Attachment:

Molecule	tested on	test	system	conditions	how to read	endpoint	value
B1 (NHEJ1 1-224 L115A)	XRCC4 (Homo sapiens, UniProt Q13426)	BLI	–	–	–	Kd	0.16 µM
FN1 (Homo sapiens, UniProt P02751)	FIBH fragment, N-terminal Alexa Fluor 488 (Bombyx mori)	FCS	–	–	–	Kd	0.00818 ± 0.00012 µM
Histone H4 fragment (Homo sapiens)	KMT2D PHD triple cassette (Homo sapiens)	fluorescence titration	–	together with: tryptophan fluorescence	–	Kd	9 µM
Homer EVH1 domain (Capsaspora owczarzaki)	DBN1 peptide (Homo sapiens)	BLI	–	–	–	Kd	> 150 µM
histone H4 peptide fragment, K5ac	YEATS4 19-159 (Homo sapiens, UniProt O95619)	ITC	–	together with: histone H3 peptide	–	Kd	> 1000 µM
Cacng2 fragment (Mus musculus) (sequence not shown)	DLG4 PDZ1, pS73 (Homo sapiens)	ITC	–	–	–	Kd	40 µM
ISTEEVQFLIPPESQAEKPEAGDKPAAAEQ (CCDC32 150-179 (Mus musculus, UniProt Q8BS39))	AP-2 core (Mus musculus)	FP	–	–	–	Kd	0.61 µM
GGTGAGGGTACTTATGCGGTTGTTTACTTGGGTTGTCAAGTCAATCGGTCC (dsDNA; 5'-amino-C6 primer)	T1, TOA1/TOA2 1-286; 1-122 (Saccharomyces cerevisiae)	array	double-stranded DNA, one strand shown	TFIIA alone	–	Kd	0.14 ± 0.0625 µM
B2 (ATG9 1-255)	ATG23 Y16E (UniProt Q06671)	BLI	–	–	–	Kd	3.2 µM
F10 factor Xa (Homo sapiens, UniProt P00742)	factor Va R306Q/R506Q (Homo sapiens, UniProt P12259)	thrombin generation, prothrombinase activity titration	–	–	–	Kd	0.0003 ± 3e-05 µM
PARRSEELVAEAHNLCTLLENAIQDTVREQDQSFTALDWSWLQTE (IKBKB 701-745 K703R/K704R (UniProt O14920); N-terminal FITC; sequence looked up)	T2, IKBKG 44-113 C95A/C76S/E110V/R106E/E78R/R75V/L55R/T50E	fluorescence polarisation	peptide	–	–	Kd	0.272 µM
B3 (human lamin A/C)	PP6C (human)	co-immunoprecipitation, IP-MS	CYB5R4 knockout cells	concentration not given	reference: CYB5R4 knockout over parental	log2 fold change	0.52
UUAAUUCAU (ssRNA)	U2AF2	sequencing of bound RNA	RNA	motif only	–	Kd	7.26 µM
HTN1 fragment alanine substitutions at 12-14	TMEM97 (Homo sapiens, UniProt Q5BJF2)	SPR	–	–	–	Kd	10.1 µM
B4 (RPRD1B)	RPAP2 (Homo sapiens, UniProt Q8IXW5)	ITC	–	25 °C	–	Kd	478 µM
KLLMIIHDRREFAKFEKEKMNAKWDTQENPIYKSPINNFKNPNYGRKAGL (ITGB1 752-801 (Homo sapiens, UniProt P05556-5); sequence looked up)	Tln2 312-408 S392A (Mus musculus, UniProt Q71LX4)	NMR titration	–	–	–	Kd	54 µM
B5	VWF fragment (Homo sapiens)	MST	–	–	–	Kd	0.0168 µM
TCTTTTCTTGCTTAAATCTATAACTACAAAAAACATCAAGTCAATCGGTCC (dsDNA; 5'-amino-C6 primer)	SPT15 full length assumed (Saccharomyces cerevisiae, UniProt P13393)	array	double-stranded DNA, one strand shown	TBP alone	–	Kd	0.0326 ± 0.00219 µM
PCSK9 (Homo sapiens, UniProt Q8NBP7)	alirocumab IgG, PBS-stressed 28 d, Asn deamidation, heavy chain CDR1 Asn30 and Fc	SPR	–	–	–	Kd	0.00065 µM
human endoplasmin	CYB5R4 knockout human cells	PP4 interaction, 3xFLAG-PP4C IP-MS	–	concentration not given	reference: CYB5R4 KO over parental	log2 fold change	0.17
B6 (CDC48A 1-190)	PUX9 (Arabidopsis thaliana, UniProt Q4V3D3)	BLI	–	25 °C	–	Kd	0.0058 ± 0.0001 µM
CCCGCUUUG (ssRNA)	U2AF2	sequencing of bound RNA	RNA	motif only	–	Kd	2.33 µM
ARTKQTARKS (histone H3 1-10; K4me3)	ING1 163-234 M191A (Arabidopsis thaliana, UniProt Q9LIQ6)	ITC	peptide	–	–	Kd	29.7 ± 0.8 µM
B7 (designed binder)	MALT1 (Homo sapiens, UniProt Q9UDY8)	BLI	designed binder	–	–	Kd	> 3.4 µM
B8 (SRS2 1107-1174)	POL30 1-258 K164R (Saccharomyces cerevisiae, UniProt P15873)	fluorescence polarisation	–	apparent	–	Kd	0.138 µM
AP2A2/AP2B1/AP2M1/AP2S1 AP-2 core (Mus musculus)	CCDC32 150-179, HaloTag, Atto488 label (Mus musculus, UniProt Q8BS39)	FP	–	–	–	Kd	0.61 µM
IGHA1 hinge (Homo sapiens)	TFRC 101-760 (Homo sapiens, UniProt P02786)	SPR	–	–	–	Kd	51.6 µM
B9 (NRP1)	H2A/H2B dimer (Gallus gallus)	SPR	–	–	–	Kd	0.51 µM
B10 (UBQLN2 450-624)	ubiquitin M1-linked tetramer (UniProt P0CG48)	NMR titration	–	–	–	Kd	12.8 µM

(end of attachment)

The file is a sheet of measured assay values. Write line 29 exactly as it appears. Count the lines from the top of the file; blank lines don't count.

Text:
B9 (NRP1)	H2A/H2B dimer (Gallus gallus)	SPR	–	–	–	Kd	0.51 µM